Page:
Two of Orlando’s luxury properties now are joining forces with .
The Waldorf Astoria Orlando and the Hilton Bonnet Creek announced on March 1 that the two properties now officially are Walt Disney World hotels. One big perk they gain from that is the Disney Extra Magic Hours that allow hotel guests to enter a theme park one hour early and stay two hours later than normal operating hours.
“We’re bringing more magic and memories to your vacation — resort guests now receive access to Disney Extra Magic Hours benefit with valid theme park admission thru Dec 31, 2019,” said Hilton Bonnet Creek’s Twitter page.
Hilton Bonnet Creek@BonnetCreekThe wait is over! As an Official Walt Disney World® Hotel, we’re bringing more magic & memories to your vacation — resort guests now receive access to Disney Extra Magic Hours benefit with valid theme park admission thru Dec 31, 2019!
The 498-room Waldorf Astoria Orlando and 1,000-room Hilton Orlando Bonnet Creek together form a 482-acre resort surrounded by a private nature preserve on three sides near Walt Disney World. The two properties were acquired by Hilton Worldwide (NYSE: HLT) in February 2015.
Luxury properties attract high-end travelers — and big spenders — to Central Florida, which allows local businesses to tap into that lucrative market. In addition, meeting space helps lure more conventions and trade shows that are a big part of the overall visitation success in Central Florida.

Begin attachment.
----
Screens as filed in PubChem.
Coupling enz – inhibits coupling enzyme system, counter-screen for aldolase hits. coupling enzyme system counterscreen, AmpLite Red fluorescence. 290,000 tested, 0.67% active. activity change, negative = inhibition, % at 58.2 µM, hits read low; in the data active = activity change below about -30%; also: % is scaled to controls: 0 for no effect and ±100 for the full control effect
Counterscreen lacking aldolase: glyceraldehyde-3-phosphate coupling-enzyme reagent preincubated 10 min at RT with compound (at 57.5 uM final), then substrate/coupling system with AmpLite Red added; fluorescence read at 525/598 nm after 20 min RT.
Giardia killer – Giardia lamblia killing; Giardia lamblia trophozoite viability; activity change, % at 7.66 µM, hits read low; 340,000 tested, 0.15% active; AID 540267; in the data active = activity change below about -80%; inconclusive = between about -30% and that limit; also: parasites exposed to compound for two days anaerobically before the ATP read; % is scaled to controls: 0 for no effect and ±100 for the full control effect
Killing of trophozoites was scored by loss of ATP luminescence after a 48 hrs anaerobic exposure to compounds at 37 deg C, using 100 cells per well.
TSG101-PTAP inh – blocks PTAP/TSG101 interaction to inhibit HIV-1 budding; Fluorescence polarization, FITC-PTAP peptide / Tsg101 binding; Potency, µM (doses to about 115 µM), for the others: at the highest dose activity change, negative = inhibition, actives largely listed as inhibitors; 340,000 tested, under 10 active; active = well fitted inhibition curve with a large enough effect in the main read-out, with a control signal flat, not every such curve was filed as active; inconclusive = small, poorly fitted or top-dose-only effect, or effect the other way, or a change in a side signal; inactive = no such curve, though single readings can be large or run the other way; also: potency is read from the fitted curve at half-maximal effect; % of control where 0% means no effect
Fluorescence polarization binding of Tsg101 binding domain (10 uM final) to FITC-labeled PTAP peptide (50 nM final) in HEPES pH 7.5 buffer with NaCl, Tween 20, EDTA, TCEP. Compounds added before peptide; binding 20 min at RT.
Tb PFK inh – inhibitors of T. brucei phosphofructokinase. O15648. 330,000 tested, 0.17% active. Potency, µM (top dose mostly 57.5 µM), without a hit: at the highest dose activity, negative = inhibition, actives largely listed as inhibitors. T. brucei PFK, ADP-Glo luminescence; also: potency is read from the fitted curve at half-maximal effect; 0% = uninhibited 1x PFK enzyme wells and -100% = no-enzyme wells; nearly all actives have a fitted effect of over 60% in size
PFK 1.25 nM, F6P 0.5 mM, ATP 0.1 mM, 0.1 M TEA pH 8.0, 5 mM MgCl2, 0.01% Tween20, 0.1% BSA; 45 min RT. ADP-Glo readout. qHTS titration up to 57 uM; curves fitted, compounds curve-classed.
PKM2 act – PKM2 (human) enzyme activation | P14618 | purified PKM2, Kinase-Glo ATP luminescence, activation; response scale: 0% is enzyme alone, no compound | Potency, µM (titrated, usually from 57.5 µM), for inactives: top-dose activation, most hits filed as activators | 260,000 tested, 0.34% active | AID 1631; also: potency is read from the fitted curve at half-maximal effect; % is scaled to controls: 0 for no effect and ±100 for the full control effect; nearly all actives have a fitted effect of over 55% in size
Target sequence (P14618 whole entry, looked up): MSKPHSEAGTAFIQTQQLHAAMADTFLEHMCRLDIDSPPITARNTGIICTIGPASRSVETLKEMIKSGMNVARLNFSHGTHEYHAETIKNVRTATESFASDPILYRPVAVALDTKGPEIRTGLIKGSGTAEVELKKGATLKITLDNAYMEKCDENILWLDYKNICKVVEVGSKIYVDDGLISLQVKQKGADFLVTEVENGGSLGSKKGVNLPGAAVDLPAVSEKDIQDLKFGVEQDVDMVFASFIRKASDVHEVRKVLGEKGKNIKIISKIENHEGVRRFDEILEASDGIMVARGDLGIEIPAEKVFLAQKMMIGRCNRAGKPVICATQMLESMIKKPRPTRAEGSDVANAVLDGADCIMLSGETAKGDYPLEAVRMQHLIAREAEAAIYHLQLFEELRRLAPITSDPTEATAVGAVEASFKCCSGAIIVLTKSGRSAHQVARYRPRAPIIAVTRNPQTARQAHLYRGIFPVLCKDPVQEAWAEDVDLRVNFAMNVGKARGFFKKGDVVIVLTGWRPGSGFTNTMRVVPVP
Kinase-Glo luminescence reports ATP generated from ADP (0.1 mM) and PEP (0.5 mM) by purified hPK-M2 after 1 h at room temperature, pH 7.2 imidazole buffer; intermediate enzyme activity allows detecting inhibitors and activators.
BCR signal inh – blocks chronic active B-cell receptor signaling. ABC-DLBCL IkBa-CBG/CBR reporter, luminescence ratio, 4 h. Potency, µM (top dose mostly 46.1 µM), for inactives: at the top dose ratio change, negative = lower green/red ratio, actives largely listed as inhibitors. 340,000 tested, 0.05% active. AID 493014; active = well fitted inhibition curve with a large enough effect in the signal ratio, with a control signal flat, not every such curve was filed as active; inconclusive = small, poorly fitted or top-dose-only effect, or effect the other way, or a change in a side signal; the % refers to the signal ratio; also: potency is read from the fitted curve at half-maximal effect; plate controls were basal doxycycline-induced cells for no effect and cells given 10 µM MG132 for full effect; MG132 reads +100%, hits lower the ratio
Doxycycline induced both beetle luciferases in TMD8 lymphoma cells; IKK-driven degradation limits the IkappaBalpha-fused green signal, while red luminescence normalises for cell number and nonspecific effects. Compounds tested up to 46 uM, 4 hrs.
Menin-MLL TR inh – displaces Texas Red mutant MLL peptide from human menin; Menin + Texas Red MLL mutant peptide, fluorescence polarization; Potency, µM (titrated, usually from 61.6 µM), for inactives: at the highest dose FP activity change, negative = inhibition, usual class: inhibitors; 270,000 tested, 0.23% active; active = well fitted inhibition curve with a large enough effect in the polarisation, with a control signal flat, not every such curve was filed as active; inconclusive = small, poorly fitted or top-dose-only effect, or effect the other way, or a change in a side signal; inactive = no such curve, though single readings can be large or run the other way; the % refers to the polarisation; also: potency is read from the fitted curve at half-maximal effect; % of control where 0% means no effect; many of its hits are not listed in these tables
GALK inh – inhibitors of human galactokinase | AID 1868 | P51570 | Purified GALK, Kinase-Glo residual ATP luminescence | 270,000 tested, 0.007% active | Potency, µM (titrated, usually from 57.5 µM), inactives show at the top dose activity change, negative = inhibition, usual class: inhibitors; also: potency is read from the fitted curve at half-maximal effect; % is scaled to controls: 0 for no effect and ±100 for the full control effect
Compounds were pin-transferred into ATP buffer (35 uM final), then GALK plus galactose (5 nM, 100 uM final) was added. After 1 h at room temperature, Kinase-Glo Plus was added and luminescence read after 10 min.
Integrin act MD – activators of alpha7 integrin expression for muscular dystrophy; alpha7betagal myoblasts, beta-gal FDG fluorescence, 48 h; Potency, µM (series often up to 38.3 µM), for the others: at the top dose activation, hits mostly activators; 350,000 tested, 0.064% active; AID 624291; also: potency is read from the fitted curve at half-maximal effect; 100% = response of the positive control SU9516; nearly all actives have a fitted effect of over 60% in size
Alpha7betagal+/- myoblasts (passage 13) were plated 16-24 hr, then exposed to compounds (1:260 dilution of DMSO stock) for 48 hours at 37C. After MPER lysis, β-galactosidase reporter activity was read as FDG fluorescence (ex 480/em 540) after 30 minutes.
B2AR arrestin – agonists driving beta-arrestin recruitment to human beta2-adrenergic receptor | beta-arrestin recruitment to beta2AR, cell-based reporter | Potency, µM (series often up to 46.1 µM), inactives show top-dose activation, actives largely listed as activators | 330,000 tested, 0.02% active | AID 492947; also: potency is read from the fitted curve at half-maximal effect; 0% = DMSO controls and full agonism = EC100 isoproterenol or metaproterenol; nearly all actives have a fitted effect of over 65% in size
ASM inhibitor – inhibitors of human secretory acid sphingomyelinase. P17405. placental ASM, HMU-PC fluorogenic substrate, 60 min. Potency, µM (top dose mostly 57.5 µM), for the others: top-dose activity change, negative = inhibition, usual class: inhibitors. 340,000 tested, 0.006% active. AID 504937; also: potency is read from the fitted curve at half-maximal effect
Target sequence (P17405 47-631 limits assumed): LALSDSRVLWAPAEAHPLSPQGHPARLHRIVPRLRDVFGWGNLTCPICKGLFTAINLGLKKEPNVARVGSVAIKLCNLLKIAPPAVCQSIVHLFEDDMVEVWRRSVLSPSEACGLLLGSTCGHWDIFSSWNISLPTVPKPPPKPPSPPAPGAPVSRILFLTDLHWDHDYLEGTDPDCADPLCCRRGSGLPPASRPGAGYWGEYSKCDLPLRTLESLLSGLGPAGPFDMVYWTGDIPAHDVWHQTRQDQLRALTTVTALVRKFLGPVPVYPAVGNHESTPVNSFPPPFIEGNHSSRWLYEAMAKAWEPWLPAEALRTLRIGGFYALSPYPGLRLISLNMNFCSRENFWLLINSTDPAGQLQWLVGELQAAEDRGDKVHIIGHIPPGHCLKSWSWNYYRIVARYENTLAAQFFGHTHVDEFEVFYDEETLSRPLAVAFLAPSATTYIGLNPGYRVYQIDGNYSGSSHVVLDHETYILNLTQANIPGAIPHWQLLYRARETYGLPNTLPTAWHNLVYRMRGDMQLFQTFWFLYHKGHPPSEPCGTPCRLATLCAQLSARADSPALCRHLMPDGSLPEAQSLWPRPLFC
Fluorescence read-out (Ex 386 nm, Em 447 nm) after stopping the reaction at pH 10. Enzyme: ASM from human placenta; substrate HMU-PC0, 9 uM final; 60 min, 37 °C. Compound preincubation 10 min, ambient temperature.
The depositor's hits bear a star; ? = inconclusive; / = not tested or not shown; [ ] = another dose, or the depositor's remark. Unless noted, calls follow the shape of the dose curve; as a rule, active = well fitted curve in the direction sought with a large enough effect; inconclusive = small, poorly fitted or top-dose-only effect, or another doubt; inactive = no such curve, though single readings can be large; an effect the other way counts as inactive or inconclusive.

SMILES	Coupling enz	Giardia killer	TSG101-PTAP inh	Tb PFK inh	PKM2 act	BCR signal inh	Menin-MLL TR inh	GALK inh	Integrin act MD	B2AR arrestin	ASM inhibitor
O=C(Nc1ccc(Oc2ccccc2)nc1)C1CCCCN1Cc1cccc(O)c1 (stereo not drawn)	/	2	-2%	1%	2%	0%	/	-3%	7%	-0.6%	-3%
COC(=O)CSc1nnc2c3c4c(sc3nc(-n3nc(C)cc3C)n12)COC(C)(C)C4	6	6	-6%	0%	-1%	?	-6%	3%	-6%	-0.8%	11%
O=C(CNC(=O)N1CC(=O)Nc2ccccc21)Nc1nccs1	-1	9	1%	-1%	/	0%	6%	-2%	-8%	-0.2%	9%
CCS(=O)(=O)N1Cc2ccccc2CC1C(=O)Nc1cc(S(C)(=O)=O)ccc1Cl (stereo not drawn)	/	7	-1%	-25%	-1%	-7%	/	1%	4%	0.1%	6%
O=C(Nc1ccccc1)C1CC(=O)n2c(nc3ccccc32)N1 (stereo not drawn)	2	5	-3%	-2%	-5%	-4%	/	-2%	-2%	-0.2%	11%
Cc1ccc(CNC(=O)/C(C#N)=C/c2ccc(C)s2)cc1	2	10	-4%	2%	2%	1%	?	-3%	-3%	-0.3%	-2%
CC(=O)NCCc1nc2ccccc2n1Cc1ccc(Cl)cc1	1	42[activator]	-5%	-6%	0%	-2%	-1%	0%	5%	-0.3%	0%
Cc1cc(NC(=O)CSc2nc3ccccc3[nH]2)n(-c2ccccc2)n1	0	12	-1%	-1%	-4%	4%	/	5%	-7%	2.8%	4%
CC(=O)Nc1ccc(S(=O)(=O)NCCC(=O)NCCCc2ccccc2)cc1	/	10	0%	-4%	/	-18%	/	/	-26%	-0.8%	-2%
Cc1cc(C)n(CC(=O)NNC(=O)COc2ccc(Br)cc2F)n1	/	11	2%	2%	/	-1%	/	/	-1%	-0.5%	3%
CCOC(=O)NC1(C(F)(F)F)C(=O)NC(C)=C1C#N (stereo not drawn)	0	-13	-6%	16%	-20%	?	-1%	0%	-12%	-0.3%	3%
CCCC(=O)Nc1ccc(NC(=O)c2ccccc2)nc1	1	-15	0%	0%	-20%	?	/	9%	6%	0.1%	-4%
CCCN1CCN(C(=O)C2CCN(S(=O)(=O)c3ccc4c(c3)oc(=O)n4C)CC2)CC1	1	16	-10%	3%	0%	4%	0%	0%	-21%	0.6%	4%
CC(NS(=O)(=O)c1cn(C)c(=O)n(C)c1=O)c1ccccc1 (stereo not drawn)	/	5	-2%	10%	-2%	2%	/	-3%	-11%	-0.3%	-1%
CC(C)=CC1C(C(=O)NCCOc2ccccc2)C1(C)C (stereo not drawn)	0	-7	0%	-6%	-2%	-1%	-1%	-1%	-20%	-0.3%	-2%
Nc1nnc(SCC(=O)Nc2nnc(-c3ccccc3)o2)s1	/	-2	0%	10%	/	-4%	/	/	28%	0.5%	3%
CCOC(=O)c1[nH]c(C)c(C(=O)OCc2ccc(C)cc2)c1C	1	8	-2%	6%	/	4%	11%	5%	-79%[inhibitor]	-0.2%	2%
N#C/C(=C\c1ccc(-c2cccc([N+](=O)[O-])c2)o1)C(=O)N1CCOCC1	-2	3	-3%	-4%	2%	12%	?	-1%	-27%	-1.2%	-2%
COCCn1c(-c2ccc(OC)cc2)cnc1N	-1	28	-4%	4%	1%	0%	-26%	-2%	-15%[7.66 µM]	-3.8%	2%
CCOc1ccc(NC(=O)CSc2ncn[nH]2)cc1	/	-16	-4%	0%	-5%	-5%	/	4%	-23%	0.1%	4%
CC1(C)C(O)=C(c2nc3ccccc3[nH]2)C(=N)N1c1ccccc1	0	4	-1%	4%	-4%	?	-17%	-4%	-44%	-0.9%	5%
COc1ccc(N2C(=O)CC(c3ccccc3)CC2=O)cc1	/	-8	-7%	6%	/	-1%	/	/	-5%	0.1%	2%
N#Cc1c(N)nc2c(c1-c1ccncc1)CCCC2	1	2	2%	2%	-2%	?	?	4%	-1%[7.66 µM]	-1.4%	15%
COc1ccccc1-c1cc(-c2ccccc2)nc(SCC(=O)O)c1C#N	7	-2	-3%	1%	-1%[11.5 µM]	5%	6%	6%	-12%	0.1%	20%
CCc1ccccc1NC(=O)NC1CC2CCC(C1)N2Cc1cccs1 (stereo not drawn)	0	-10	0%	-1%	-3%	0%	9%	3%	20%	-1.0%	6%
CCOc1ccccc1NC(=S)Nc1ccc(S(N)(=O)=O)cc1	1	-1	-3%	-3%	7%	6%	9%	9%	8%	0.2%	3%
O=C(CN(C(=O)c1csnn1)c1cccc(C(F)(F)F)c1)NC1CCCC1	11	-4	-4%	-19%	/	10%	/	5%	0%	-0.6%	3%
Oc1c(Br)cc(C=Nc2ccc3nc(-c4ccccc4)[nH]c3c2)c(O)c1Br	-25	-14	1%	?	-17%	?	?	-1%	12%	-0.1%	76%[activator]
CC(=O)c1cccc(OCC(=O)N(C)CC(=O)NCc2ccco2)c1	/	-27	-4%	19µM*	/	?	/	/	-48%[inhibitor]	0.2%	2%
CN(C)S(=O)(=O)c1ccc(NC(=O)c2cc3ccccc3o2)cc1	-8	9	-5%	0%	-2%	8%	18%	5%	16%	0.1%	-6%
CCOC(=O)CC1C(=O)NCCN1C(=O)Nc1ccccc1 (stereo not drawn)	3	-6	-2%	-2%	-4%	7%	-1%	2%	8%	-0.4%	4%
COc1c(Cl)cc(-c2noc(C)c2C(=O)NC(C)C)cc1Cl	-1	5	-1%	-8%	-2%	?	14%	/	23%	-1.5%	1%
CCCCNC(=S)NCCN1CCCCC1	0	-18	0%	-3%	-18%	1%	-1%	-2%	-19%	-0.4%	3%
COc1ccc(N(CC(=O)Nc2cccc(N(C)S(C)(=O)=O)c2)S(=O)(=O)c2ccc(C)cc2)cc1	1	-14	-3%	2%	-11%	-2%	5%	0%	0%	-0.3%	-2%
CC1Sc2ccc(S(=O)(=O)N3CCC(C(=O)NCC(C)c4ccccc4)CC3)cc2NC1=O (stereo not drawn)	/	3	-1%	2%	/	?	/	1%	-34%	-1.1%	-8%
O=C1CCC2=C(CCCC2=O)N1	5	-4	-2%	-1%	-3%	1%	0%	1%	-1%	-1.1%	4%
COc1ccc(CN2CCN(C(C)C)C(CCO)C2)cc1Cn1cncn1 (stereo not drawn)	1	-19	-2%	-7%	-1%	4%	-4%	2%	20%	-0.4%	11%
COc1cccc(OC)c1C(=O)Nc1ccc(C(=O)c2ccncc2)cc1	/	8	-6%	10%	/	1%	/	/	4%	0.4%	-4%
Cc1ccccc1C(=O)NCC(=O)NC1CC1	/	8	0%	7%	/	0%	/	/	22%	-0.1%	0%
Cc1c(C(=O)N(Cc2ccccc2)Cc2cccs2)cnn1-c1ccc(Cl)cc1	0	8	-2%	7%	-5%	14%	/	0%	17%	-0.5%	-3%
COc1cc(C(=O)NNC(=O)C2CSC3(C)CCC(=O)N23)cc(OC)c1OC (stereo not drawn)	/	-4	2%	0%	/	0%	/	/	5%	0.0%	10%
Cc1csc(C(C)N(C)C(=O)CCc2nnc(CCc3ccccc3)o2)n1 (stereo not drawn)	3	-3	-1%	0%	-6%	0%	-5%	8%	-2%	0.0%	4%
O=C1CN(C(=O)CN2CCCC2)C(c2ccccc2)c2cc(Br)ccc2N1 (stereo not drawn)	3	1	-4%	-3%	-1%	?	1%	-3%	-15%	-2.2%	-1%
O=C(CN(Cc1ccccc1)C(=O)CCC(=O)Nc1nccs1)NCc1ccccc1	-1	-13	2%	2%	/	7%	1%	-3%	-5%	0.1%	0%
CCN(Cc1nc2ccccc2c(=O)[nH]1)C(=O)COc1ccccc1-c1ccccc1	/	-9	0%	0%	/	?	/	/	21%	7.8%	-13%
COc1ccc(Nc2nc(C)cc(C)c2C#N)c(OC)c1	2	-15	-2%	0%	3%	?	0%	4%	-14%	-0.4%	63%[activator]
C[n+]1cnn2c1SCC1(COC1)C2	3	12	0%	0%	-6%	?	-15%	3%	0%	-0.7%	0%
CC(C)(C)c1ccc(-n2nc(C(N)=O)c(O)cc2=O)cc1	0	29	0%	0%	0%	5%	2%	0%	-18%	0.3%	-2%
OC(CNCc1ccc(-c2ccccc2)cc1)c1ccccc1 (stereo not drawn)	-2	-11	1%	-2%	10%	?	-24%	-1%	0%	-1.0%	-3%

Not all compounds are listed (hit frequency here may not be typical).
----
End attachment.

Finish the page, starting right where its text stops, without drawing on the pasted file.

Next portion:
The region is continuing a strong trend in hotel growth, thanks to new investments at resorts, as well as theme parks adding more rides and experiences. In fact, Orlando hotel demand and supply will show a 2.4 percent growth next year, according to Tennessee-based hotel data firm STR Inc. That will come from the opening of new hotels such as Universal Orlando Resort’s 2,050-room Dockside Inn & Suites.
Universal’s Dockside Inn and Suites Universal’s Dockside Inn and Suites will bring 2,050 hotel rooms to I-Drive in 2020.
Further, STR data showed that local hotel demand will jump 2.5 percent next year. That likely will be due to the ongoing growth at theme parks such as the new Star Wars: Galaxy’s Edge land set to open later this year at Walt Disney World.
Disney’s Star Wars: Galaxy’s Edge land The new land will feature a series of new eateries all designed around the Black Spire Outpost’s setting.
Orlando’s $70 billion tourism industry is the region’s dominant economic engine, and draws 72 million-plus visitors to town annually.